Steamboat Springs to Silverthorne, Colorado


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August 24th 2015
Published: August 24th 2015
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Cruising along at 9100-ftCruising along at 9100-ftCruising along at 9100-ft

The ride down to Radium, CO (a popular put-in spot for rafters along the Colorado River) was a blast, especially atop this ridgeline road, meandering along the 9100-ft contour.
Hi folks. This will just be a quick post with a bunch of photos that we've taken over the past few days. We reluctantly left Steamboat Springs on Friday, riding up into the mountains of Routt National Forest. It was a pretty big day of climbing, crossing over Lynx Pass (9100-ft), culminating in a really nice night at camp where we met up with Paul and Susan (whom we met near Steamboat and hung out with a bit when we were all there). Paul and Susan are a couple of great folks and avid mountain bikers who rode this same, 2900-mile Great Divide Mountain Bike Route 10-yrs ago and decided that they hadn't gotten enough abuse the first time they did it. Something else really cool happened that night too: Jim, an incredibly spry, motocross-riding octogenarian that we met and chatted with earlier that day, came riding into camp on his Yamaha enduro with a six pack of beer and a bag of homemade cookies for us... and boy, was that well received! Paul, Susan, Fi, and I enjoyed chatting with him for a while over cold beers and chewy cookies; as it turns out, Jim was an elite cyclist and
Camp at Lynx PassCamp at Lynx PassCamp at Lynx Pass

From left: Trail Angel Jim, Fi, Paul, and Susan, hanging out enjoying the beer and cookies that Jim brought us at the end of a long day of riding.
alpine skier in his heyday, having moved from Los Angeles to Colorado. Just one of the many interesting people we've met along the trail.

Since crossing over into the eastern flank of Colorado's Front Range, the terraine has turned remarkably arid again. We've posted a bunch of pitiful photos that, hopefully, demonstrate this. Another observation that may be a little strange for East Coasters (such as me) is that the mountains on the Front Range are devoid of trees at the lower elevations but then become very forested at higher elevations - today that critical elevation was about 8500-ft where the mountain road leading up to Ute Pass (elevation 9500-ft) went from barren to forest. Kind of the opposite from what we're used to seeing in the Appalachians where the trees get shorter and more sparse at increasing elevation.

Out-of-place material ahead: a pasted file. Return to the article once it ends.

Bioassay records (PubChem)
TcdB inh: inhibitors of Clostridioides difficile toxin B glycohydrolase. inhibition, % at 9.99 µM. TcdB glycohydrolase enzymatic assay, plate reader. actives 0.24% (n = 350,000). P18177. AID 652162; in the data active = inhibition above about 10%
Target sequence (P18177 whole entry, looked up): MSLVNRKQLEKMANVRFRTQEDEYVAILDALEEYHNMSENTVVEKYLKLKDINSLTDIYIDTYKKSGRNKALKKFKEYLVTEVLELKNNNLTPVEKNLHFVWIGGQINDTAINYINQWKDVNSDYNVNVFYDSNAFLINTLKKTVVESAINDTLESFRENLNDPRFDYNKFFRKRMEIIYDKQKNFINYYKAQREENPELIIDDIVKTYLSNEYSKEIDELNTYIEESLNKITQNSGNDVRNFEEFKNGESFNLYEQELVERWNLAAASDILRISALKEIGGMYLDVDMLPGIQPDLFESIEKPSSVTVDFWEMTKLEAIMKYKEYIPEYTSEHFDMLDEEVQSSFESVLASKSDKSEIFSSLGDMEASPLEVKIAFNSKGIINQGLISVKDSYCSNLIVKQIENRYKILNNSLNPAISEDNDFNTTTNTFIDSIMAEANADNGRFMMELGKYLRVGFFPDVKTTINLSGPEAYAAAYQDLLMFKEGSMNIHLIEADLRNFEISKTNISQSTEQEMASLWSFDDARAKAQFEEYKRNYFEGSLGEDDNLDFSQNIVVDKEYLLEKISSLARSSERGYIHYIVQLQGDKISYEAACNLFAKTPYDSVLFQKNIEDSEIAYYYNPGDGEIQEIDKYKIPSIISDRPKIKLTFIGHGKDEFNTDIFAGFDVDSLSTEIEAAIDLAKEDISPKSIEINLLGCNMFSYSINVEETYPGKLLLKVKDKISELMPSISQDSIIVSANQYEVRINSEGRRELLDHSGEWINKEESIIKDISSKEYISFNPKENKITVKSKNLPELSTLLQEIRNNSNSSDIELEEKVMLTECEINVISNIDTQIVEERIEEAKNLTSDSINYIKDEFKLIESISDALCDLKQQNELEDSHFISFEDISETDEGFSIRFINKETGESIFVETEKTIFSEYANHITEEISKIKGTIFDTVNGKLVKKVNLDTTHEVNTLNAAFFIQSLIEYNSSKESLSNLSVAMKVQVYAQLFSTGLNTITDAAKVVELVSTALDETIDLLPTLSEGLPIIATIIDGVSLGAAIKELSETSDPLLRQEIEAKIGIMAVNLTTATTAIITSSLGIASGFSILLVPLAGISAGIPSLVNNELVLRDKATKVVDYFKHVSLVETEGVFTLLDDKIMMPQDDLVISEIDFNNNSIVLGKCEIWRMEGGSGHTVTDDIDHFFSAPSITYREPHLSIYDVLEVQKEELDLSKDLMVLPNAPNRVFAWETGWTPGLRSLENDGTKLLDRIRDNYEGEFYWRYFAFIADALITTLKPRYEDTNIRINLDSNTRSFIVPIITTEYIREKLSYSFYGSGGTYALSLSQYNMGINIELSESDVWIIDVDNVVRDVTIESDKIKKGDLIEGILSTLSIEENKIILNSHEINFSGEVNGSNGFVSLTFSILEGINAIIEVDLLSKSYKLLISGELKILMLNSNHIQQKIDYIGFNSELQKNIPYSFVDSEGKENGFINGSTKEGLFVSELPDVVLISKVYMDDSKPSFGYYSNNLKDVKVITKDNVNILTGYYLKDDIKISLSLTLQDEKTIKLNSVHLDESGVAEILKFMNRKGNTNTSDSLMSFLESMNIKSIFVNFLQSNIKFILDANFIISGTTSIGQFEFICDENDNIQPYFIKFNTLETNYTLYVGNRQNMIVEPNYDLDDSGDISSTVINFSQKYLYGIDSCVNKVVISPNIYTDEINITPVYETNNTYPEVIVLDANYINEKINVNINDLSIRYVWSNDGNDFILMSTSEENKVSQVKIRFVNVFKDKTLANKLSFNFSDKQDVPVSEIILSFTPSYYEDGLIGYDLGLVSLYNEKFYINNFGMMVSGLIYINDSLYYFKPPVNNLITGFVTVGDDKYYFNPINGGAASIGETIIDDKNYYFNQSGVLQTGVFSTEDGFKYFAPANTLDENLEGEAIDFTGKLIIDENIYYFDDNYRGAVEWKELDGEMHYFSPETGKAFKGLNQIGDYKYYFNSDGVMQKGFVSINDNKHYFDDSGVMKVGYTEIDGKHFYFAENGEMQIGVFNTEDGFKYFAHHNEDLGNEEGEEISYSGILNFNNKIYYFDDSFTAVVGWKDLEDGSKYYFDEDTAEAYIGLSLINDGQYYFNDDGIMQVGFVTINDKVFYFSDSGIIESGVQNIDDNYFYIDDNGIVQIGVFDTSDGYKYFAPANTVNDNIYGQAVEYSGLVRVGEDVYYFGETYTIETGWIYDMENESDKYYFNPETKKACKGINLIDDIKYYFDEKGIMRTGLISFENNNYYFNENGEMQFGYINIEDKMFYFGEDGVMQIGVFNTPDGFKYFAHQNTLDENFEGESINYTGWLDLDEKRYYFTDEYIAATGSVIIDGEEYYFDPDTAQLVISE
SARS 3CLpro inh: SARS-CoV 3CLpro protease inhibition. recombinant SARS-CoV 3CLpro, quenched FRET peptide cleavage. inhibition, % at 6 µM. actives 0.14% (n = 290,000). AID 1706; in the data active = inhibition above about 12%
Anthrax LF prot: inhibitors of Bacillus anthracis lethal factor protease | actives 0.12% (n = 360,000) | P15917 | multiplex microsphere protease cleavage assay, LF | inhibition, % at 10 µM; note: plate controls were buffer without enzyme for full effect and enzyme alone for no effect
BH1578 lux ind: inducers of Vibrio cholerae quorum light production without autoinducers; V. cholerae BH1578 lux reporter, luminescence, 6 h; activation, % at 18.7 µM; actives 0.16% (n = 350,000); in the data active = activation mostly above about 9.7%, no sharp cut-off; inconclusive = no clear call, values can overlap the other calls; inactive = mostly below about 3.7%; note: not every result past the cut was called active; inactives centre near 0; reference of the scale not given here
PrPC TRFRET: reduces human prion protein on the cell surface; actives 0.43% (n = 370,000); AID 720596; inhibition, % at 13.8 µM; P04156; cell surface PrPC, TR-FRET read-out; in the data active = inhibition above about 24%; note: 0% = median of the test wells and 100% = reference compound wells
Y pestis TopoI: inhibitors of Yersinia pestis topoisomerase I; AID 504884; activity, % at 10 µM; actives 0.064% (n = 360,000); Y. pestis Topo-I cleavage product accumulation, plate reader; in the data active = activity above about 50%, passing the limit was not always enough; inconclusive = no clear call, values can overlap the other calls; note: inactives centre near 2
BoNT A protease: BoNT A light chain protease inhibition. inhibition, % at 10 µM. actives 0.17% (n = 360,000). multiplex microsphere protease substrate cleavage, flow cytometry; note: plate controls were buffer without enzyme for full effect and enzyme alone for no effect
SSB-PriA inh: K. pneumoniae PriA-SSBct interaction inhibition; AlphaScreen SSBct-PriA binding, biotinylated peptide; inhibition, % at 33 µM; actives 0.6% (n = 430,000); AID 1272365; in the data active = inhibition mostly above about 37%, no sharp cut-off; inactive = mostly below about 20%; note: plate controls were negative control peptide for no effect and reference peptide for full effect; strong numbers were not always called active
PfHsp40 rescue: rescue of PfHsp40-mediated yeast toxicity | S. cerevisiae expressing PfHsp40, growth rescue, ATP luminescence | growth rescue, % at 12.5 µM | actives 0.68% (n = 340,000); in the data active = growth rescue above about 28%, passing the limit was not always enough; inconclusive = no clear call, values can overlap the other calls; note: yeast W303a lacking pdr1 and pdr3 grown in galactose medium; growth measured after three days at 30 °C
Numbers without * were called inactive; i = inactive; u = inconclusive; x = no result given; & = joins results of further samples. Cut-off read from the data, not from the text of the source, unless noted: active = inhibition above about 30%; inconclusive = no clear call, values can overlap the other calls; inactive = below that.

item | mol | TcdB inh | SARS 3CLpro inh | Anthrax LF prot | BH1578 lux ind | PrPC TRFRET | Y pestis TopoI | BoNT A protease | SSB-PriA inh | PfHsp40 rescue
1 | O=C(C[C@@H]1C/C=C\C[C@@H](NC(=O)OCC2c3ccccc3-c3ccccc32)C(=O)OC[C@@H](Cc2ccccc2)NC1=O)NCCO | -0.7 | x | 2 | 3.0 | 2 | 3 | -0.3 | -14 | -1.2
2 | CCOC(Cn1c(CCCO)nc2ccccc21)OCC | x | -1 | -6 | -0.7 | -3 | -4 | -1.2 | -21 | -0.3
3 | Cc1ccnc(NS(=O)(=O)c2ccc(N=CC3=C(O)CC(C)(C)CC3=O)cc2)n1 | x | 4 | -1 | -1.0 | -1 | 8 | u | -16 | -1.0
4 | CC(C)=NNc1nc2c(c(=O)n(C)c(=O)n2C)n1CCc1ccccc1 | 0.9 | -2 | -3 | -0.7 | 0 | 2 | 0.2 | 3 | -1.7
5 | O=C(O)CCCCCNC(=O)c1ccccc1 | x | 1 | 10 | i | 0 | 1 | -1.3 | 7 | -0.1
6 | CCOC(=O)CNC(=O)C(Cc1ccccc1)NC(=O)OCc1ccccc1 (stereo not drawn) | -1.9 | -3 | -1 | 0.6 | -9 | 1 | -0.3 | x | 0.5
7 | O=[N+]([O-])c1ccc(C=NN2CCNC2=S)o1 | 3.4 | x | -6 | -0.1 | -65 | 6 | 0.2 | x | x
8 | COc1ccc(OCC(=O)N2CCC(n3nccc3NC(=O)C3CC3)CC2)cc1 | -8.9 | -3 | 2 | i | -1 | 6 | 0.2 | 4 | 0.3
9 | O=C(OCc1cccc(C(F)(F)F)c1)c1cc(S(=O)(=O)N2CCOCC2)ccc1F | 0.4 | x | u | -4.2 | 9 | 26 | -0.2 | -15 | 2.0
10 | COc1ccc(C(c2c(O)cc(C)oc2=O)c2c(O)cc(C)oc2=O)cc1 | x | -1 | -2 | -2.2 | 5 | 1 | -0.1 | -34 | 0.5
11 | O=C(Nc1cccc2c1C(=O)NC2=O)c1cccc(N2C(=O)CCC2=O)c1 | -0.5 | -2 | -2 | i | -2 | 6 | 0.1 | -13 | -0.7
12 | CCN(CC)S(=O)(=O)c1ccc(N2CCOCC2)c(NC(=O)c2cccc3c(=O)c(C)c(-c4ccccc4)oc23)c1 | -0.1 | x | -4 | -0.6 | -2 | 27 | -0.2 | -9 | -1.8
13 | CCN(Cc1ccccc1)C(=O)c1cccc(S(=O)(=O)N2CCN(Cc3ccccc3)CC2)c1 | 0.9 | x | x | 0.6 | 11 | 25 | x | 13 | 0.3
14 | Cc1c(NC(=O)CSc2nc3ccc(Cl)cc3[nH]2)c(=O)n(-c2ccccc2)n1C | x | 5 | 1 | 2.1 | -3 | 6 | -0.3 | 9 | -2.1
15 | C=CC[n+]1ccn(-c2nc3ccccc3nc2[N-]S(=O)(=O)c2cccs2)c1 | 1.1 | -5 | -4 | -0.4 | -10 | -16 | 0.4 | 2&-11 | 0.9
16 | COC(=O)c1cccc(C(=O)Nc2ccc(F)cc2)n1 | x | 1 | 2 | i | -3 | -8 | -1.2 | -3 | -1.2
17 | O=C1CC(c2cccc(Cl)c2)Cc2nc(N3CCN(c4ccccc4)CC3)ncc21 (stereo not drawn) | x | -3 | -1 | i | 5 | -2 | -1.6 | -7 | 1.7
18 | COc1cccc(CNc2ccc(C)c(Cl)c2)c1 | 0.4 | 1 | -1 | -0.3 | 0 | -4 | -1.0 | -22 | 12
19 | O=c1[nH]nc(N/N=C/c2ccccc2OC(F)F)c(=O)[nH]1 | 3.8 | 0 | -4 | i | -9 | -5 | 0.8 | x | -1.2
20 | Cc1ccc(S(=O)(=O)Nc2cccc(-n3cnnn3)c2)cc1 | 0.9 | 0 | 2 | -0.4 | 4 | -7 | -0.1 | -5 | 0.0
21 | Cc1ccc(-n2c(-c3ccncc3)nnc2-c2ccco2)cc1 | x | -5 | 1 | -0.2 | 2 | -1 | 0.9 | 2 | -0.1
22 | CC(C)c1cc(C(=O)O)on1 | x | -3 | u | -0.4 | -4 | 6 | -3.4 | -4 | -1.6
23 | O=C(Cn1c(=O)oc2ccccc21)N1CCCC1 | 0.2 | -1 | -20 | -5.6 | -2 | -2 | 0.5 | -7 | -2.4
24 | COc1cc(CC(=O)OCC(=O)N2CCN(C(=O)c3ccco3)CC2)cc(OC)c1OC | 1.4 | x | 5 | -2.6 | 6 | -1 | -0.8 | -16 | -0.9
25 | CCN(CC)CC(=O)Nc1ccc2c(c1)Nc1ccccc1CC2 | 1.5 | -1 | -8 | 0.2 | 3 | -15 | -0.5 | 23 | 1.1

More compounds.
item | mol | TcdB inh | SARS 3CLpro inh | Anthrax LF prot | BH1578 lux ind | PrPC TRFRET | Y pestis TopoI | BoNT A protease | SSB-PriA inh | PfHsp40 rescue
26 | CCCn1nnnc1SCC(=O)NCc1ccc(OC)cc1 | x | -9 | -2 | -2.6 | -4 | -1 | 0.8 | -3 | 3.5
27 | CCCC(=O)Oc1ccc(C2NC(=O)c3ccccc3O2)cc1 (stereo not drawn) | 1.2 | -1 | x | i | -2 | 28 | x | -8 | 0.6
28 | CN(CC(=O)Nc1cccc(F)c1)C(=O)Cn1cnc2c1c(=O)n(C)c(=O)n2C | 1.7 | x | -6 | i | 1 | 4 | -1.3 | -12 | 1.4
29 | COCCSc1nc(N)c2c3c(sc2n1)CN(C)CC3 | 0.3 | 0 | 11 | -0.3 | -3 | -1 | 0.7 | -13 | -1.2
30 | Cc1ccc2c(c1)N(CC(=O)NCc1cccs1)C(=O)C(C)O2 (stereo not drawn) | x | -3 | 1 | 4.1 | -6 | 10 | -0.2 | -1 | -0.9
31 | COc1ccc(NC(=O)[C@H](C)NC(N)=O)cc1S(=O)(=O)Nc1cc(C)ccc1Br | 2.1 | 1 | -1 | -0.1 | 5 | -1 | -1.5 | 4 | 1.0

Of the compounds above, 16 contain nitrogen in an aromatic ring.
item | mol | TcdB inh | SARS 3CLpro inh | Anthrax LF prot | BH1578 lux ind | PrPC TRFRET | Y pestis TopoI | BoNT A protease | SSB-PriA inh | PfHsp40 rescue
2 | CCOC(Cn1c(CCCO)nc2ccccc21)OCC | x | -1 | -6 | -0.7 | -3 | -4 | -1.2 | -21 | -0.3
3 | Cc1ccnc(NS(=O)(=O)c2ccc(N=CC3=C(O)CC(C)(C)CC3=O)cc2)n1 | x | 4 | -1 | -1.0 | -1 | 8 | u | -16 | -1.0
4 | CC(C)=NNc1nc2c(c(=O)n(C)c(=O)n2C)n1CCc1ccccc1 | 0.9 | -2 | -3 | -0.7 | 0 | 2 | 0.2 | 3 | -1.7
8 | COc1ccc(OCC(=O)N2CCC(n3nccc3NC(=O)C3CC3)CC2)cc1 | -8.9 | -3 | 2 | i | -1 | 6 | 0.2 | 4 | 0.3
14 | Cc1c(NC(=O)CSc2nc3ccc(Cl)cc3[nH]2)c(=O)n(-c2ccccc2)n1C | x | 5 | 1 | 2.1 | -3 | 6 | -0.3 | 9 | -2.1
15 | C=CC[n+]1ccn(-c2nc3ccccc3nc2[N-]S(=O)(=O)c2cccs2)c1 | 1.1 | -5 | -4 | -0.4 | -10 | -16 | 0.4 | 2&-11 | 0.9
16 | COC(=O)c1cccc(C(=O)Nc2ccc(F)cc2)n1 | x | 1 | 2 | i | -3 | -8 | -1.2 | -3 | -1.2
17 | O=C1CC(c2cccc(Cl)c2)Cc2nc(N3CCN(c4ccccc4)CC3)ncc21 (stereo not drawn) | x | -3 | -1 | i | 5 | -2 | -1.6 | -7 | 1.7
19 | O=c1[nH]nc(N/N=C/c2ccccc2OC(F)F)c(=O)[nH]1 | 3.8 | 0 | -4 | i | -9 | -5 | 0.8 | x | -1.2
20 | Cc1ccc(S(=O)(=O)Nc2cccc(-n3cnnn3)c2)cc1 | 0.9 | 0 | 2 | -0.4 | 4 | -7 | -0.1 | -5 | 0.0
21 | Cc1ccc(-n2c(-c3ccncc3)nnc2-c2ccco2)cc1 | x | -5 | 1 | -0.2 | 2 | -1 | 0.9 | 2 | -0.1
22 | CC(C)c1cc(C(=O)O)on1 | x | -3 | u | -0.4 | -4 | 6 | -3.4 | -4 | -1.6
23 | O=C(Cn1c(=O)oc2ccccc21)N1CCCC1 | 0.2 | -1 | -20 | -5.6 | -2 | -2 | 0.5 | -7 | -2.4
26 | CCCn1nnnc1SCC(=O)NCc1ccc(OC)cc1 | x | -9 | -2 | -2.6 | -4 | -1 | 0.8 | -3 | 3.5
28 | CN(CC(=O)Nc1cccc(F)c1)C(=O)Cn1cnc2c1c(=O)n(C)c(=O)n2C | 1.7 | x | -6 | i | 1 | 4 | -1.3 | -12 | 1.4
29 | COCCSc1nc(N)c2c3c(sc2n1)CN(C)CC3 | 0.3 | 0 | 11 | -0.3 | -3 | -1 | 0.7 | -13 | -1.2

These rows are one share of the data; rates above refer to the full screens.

Today, we rode from the lovely little town of Kremling to where we're chilling out in a motel room in Silverthorne. After today's ride of 52 miles and 3500 vertical feet of climbing, we've accumulated about 1250 total miles and over 64,000 vertical feet of ascent. Tomorrow, we'll tackle the 11,500-ft Boreas Pass, crossing the Continental Divide again, about
19-century Wells Fargo stage stop19-century Wells Fargo stage stop19-century Wells Fargo stage stop

Still standing, located in Routt National Forest, this is where mail and other parcels going from New York (or other locations on the East Coast) passed through on their way to California... and vice versa.
15 miles south of Breckenridge.


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Stream crossing on Forest Road 206Stream crossing on Forest Road 206
Stream crossing on Forest Road 206

The one thing we neglected to pack was a canoe.
Arid terrain near Kremling, COArid terrain near Kremling, CO
Arid terrain near Kremling, CO

Looking more like southern Utah than Colorado, the eastern flank of Colorado's front range is more desert-like than we expected.
Williams Fork Reservoir Williams Fork Reservoir
Williams Fork Reservoir

South of Kremling, near Arapaho National Forest.
Enjoying the rideEnjoying the ride
Enjoying the ride

Fi, enjoying the last few moments of an exhilarating descent on smooth pavement from Ute Pass and out of Arapaho National Forest.


24th August 2015

well done
well done Fi and Ken your posts are super and I enjoy sitting down to read them! I think you are both doing a wonderful job of keeping upbeat as I'm sure there are some real hard times :) keep up your adventures guys. Loads of love Faye xx

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